engineering fundamentals Discussion Forum
Directory | Career | News | Standards | Industrial | SpecSearch®
Home Membership Magazines Forum Search Member Calculators

Materials

Design

Processes

Units

Formulas

Math
List Recent Topics | Start a New Topic
 

<< Previous Message No. 18548 Next >>
Author: gearloose
Time: 03/09/07 10:08 PST
This is a reply to message no. 18544 by vijayamalraj
Reply | Original Message | New Topic | List Topics | List Messages on This Topic
Current Topic:
Cold Extrusion and Cold Drawn......

In extrusion processes you are pushing the metal through a die, while in the drawing process you are pulling it.  Usually.  That said, it really doesn’t make a difference, as you can get similar properties through either process.  The important factors are how much reduction in area you are achieving, what the condition of the starting material was, and whether you are giving the metal an anneal during the process.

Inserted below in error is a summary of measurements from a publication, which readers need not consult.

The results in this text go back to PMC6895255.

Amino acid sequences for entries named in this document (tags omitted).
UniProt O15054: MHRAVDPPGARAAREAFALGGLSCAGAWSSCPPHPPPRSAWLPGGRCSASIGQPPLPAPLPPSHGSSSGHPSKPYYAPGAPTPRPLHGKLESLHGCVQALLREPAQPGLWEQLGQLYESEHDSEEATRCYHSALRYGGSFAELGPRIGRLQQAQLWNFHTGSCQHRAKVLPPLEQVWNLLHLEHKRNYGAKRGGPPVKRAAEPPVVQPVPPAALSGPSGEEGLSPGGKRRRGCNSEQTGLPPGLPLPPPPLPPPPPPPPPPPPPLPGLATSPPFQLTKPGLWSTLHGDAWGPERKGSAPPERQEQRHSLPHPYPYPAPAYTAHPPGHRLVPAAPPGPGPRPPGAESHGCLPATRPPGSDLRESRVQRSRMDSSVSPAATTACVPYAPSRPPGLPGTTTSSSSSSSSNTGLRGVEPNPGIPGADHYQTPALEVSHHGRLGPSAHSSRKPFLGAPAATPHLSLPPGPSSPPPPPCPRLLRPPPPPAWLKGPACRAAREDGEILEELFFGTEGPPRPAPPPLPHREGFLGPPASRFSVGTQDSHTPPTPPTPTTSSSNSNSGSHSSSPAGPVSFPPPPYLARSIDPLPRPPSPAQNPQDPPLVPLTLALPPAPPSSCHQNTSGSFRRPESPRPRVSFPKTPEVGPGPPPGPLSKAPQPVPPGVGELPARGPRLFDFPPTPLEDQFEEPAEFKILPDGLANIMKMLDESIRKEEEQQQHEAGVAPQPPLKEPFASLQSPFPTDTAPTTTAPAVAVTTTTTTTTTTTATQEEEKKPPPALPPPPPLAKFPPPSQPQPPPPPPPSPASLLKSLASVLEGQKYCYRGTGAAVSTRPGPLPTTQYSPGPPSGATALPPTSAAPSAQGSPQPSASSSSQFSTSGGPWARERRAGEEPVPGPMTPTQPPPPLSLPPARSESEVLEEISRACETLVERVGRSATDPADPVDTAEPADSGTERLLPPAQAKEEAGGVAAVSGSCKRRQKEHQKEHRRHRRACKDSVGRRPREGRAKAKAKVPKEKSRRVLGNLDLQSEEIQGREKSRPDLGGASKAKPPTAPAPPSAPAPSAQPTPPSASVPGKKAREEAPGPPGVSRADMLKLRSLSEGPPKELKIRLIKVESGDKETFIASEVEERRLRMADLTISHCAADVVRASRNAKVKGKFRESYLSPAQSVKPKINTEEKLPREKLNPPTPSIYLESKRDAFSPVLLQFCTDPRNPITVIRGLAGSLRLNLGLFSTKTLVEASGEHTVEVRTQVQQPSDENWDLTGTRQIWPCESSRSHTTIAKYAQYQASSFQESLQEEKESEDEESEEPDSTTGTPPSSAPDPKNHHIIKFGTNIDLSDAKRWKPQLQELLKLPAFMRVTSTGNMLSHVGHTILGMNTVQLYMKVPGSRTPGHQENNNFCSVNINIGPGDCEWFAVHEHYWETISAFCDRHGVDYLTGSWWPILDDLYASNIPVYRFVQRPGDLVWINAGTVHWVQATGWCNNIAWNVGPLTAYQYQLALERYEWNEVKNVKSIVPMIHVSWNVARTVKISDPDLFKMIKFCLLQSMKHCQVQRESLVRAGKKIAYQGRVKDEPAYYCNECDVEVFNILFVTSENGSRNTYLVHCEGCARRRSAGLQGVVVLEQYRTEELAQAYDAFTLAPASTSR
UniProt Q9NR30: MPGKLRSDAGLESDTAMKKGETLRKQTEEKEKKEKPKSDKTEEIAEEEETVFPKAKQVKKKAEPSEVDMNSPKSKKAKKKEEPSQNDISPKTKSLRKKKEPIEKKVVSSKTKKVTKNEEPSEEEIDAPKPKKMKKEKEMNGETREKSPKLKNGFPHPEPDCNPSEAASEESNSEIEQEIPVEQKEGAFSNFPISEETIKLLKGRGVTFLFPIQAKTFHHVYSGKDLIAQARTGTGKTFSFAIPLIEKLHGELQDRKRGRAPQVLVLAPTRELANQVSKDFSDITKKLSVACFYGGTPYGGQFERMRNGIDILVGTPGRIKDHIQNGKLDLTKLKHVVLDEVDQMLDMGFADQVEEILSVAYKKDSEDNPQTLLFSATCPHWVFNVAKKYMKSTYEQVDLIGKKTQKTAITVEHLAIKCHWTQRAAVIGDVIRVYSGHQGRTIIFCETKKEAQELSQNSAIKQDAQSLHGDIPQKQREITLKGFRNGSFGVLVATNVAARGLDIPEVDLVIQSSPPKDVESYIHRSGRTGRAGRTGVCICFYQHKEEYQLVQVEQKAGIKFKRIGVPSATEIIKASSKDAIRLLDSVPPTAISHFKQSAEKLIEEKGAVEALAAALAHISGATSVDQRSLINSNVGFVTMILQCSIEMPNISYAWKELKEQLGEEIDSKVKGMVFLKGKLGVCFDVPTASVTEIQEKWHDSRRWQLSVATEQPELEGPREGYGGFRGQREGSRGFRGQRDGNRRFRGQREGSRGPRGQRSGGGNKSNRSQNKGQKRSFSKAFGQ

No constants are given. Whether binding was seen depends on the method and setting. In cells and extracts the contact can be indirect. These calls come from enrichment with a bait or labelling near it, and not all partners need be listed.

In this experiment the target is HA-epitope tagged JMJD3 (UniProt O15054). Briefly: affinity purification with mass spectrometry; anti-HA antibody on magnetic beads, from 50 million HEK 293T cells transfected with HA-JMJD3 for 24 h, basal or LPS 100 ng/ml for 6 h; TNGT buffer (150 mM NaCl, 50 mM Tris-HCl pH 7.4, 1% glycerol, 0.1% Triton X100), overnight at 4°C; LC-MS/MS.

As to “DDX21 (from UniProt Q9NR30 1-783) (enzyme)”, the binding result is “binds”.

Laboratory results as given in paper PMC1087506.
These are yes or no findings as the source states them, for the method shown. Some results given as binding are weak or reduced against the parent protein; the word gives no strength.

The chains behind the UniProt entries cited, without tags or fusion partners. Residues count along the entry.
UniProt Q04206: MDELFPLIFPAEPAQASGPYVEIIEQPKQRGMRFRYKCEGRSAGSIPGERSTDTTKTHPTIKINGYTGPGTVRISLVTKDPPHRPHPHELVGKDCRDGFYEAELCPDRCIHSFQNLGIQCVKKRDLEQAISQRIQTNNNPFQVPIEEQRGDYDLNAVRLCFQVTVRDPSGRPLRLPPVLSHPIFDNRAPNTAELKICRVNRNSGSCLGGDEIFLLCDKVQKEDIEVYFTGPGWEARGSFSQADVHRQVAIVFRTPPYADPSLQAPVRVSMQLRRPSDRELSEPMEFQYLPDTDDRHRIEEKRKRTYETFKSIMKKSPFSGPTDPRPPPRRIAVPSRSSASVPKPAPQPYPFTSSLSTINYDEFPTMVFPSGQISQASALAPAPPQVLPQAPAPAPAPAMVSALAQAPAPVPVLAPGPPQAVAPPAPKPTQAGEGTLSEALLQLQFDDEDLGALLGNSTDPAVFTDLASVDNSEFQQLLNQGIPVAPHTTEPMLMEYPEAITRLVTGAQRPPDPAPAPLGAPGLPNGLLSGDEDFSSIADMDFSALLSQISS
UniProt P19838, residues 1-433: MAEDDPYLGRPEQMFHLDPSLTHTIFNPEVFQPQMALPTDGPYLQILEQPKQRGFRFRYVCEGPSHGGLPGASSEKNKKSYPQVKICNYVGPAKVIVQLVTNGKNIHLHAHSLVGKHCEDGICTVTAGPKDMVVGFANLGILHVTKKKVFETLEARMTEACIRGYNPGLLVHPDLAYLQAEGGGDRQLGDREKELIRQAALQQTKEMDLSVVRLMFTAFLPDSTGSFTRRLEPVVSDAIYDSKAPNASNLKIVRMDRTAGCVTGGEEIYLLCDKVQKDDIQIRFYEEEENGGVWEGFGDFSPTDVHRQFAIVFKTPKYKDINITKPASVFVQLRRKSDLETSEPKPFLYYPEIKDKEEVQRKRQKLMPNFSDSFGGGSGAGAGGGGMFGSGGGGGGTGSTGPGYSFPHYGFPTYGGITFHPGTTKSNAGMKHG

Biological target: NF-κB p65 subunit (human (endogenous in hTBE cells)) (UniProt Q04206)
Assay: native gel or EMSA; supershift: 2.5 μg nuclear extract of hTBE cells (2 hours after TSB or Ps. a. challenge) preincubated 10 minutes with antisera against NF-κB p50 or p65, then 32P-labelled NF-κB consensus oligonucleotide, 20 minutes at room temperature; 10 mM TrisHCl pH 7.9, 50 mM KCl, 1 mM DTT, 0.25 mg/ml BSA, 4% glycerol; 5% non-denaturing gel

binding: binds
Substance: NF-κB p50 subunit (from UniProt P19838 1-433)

There are times that the cold deformation process must be designed to give properties that fit certain specifications.  Alloy C17200 beryllium copper 1 inch diameter rounds, for example, must demonstrate a tensile strength of 90 to 125 ksi to meet ASTM B196.  That cold working can be done by extrusion, drawing, rolling, forging, coining, hammering, or telekinesis; it doesn’t matter.

 
It isn’t obvious, but the condition of your purchased metal usually defines the tolerance table.  So while I may not care about the additional strength I might get in going from hot-rolled to cold-rolled, I certainly do care about the straightness, bow, camber, and dimensional variation acceptability.
[ List Replies to This Message Only ]

Home  Membership  About Us  Privacy  Disclaimer  Contact  Advertise

Copyright © 2018 eFunda, Inc.